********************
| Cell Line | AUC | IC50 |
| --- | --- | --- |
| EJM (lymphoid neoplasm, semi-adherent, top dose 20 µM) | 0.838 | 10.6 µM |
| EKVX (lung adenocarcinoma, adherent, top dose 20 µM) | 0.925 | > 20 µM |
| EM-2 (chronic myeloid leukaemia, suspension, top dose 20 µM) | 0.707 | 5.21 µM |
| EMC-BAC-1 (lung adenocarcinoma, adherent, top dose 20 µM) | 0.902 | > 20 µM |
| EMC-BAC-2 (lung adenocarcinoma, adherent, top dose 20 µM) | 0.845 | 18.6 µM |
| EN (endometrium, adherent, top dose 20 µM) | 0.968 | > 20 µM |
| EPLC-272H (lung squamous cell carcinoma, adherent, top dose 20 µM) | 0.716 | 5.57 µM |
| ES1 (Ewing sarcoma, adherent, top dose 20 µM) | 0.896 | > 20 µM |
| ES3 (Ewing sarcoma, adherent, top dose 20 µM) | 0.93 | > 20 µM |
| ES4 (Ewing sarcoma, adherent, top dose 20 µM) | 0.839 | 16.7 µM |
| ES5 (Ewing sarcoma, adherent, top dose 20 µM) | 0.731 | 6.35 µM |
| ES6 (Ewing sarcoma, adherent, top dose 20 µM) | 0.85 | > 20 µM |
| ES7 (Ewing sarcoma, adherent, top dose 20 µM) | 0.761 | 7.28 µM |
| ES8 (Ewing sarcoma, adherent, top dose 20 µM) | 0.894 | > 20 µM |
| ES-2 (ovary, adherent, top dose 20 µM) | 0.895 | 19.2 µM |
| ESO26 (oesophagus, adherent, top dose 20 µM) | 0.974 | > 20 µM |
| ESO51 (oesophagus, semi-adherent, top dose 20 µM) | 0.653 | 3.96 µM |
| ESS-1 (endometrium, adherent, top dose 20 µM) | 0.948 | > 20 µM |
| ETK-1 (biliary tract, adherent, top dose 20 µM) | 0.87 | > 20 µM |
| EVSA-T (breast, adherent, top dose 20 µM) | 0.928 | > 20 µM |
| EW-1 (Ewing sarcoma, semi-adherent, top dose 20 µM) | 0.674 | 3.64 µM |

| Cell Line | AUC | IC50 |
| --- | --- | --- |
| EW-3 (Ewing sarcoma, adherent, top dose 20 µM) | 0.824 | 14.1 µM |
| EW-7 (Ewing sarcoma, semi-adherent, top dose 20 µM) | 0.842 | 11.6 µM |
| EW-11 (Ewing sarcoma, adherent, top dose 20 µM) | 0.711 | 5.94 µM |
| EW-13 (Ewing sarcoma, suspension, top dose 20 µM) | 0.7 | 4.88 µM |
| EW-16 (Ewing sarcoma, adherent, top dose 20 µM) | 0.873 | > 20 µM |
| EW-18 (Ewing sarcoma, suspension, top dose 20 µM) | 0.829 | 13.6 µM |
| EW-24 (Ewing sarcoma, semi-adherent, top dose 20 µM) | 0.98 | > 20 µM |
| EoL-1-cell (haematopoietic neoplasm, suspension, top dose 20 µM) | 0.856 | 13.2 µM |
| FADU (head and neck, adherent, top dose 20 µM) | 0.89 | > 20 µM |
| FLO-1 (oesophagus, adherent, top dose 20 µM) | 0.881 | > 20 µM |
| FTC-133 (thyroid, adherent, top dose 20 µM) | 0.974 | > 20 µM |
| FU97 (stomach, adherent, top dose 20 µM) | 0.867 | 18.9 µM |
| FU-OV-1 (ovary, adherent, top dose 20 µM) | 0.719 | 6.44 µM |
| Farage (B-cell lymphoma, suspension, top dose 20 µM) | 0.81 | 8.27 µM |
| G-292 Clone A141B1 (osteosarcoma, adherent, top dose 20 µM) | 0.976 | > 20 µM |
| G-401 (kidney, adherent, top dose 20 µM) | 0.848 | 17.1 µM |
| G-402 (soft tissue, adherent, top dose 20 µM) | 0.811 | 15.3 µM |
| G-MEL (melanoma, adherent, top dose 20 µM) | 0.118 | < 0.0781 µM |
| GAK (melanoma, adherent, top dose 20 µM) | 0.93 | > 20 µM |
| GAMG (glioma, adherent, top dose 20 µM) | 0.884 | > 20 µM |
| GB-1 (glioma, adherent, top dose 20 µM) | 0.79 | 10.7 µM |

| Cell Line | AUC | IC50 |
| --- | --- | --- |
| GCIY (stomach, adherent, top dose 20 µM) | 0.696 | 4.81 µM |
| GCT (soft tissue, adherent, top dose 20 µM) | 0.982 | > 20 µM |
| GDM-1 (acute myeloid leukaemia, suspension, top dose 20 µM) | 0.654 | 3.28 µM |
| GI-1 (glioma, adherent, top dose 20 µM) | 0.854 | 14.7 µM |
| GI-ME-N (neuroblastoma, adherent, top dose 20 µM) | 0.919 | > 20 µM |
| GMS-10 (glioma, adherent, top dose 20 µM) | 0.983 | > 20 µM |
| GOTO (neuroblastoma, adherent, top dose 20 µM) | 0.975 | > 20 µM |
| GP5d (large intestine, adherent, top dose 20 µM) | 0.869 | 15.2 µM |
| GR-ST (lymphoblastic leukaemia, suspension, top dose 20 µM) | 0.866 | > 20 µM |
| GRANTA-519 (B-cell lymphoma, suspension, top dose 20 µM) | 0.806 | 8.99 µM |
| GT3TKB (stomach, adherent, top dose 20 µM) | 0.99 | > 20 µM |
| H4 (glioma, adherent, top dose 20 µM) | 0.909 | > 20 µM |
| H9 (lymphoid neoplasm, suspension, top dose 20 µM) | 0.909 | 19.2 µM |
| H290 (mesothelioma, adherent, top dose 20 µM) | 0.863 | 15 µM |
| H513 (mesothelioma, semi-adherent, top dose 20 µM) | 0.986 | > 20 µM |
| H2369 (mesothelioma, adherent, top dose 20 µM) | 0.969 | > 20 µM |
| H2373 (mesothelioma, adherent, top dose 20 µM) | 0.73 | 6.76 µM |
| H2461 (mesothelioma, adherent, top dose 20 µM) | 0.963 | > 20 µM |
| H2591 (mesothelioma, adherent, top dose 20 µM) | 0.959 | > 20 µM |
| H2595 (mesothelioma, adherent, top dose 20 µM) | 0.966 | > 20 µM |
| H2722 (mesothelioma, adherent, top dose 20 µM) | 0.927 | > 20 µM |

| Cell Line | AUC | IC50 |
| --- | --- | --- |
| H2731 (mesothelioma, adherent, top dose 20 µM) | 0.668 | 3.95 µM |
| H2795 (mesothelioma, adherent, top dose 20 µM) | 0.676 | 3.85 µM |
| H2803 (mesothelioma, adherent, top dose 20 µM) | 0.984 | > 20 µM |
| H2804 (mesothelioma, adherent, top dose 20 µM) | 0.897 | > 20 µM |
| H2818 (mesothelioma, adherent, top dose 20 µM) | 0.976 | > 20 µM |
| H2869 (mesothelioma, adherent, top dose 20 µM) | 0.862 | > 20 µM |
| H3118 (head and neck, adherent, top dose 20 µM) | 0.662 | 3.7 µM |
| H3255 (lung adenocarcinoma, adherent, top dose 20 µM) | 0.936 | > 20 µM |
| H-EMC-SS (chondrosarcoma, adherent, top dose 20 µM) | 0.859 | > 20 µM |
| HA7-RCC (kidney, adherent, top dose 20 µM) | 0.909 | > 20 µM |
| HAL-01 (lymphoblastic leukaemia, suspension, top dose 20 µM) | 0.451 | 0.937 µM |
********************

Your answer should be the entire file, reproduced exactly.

| Cell Line | AUC | IC50 |
| --- | --- | --- |
| EJM (lymphoid neoplasm, semi-adherent, top dose 20 µM) | 0.838 | 10.6 µM |
| EKVX (lung adenocarcinoma, adherent, top dose 20 µM) | 0.925 | > 20 µM |
| EM-2 (chronic myeloid leukaemia, suspension, top dose 20 µM) | 0.707 | 5.21 µM |
| EMC-BAC-1 (lung adenocarcinoma, adherent, top dose 20 µM) | 0.902 | > 20 µM |
| EMC-BAC-2 (lung adenocarcinoma, adherent, top dose 20 µM) | 0.845 | 18.6 µM |
| EN (endometrium, adherent, top dose 20 µM) | 0.968 | > 20 µM |
| EPLC-272H (lung squamous cell carcinoma, adherent, top dose 20 µM) | 0.716 | 5.57 µM |
| ES1 (Ewing sarcoma, adherent, top dose 20 µM) | 0.896 | > 20 µM |
| ES3 (Ewing sarcoma, adherent, top dose 20 µM) | 0.93 | > 20 µM |
| ES4 (Ewing sarcoma, adherent, top dose 20 µM) | 0.839 | 16.7 µM |
| ES5 (Ewing sarcoma, adherent, top dose 20 µM) | 0.731 | 6.35 µM |
| ES6 (Ewing sarcoma, adherent, top dose 20 µM) | 0.85 | > 20 µM |
| ES7 (Ewing sarcoma, adherent, top dose 20 µM) | 0.761 | 7.28 µM |
| ES8 (Ewing sarcoma, adherent, top dose 20 µM) | 0.894 | > 20 µM |
| ES-2 (ovary, adherent, top dose 20 µM) | 0.895 | 19.2 µM |
| ESO26 (oesophagus, adherent, top dose 20 µM) | 0.974 | > 20 µM |
| ESO51 (oesophagus, semi-adherent, top dose 20 µM) | 0.653 | 3.96 µM |
| ESS-1 (endometrium, adherent, top dose 20 µM) | 0.948 | > 20 µM |
| ETK-1 (biliary tract, adherent, top dose 20 µM) | 0.87 | > 20 µM |
| EVSA-T (breast, adherent, top dose 20 µM) | 0.928 | > 20 µM |
| EW-1 (Ewing sarcoma, semi-adherent, top dose 20 µM) | 0.674 | 3.64 µM |

| Cell Line | AUC | IC50 |
| --- | --- | --- |
| EW-3 (Ewing sarcoma, adherent, top dose 20 µM) | 0.824 | 14.1 µM |
| EW-7 (Ewing sarcoma, semi-adherent, top dose 20 µM) | 0.842 | 11.6 µM |
| EW-11 (Ewing sarcoma, adherent, top dose 20 µM) | 0.711 | 5.94 µM |
| EW-13 (Ewing sarcoma, suspension, top dose 20 µM) | 0.7 | 4.88 µM |
| EW-16 (Ewing sarcoma, adherent, top dose 20 µM) | 0.873 | > 20 µM |
| EW-18 (Ewing sarcoma, suspension, top dose 20 µM) | 0.829 | 13.6 µM |
| EW-24 (Ewing sarcoma, semi-adherent, top dose 20 µM) | 0.98 | > 20 µM |
| EoL-1-cell (haematopoietic neoplasm, suspension, top dose 20 µM) | 0.856 | 13.2 µM |
| FADU (head and neck, adherent, top dose 20 µM) | 0.89 | > 20 µM |
| FLO-1 (oesophagus, adherent, top dose 20 µM) | 0.881 | > 20 µM |
| FTC-133 (thyroid, adherent, top dose 20 µM) | 0.974 | > 20 µM |
| FU97 (stomach, adherent, top dose 20 µM) | 0.867 | 18.9 µM |
| FU-OV-1 (ovary, adherent, top dose 20 µM) | 0.719 | 6.44 µM |
| Farage (B-cell lymphoma, suspension, top dose 20 µM) | 0.81 | 8.27 µM |
| G-292 Clone A141B1 (osteosarcoma, adherent, top dose 20 µM) | 0.976 | > 20 µM |
| G-401 (kidney, adherent, top dose 20 µM) | 0.848 | 17.1 µM |
| G-402 (soft tissue, adherent, top dose 20 µM) | 0.811 | 15.3 µM |
| G-MEL (melanoma, adherent, top dose 20 µM) | 0.118 | < 0.0781 µM |
| GAK (melanoma, adherent, top dose 20 µM) | 0.93 | > 20 µM |
| GAMG (glioma, adherent, top dose 20 µM) | 0.884 | > 20 µM |
| GB-1 (glioma, adherent, top dose 20 µM) | 0.79 | 10.7 µM |

| Cell Line | AUC | IC50 |
| --- | --- | --- |
| GCIY (stomach, adherent, top dose 20 µM) | 0.696 | 4.81 µM |
| GCT (soft tissue, adherent, top dose 20 µM) | 0.982 | > 20 µM |
| GDM-1 (acute myeloid leukaemia, suspension, top dose 20 µM) | 0.654 | 3.28 µM |
| GI-1 (glioma, adherent, top dose 20 µM) | 0.854 | 14.7 µM |
| GI-ME-N (neuroblastoma, adherent, top dose 20 µM) | 0.919 | > 20 µM |
| GMS-10 (glioma, adherent, top dose 20 µM) | 0.983 | > 20 µM |
| GOTO (neuroblastoma, adherent, top dose 20 µM) | 0.975 | > 20 µM |
| GP5d (large intestine, adherent, top dose 20 µM) | 0.869 | 15.2 µM |
| GR-ST (lymphoblastic leukaemia, suspension, top dose 20 µM) | 0.866 | > 20 µM |
| GRANTA-519 (B-cell lymphoma, suspension, top dose 20 µM) | 0.806 | 8.99 µM |
| GT3TKB (stomach, adherent, top dose 20 µM) | 0.99 | > 20 µM |
| H4 (glioma, adherent, top dose 20 µM) | 0.909 | > 20 µM |
| H9 (lymphoid neoplasm, suspension, top dose 20 µM) | 0.909 | 19.2 µM |
| H290 (mesothelioma, adherent, top dose 20 µM) | 0.863 | 15 µM |
| H513 (mesothelioma, semi-adherent, top dose 20 µM) | 0.986 | > 20 µM |
| H2369 (mesothelioma, adherent, top dose 20 µM) | 0.969 | > 20 µM |
| H2373 (mesothelioma, adherent, top dose 20 µM) | 0.73 | 6.76 µM |
| H2461 (mesothelioma, adherent, top dose 20 µM) | 0.963 | > 20 µM |
| H2591 (mesothelioma, adherent, top dose 20 µM) | 0.959 | > 20 µM |
| H2595 (mesothelioma, adherent, top dose 20 µM) | 0.966 | > 20 µM |
| H2722 (mesothelioma, adherent, top dose 20 µM) | 0.927 | > 20 µM |

| Cell Line | AUC | IC50 |
| --- | --- | --- |
| H2731 (mesothelioma, adherent, top dose 20 µM) | 0.668 | 3.95 µM |
| H2795 (mesothelioma, adherent, top dose 20 µM) | 0.676 | 3.85 µM |
| H2803 (mesothelioma, adherent, top dose 20 µM) | 0.984 | > 20 µM |
| H2804 (mesothelioma, adherent, top dose 20 µM) | 0.897 | > 20 µM |
| H2818 (mesothelioma, adherent, top dose 20 µM) | 0.976 | > 20 µM |
| H2869 (mesothelioma, adherent, top dose 20 µM) | 0.862 | > 20 µM |
| H3118 (head and neck, adherent, top dose 20 µM) | 0.662 | 3.7 µM |
| H3255 (lung adenocarcinoma, adherent, top dose 20 µM) | 0.936 | > 20 µM |
| H-EMC-SS (chondrosarcoma, adherent, top dose 20 µM) | 0.859 | > 20 µM |
| HA7-RCC (kidney, adherent, top dose 20 µM) | 0.909 | > 20 µM |
| HAL-01 (lymphoblastic leukaemia, suspension, top dose 20 µM) | 0.451 | 0.937 µM |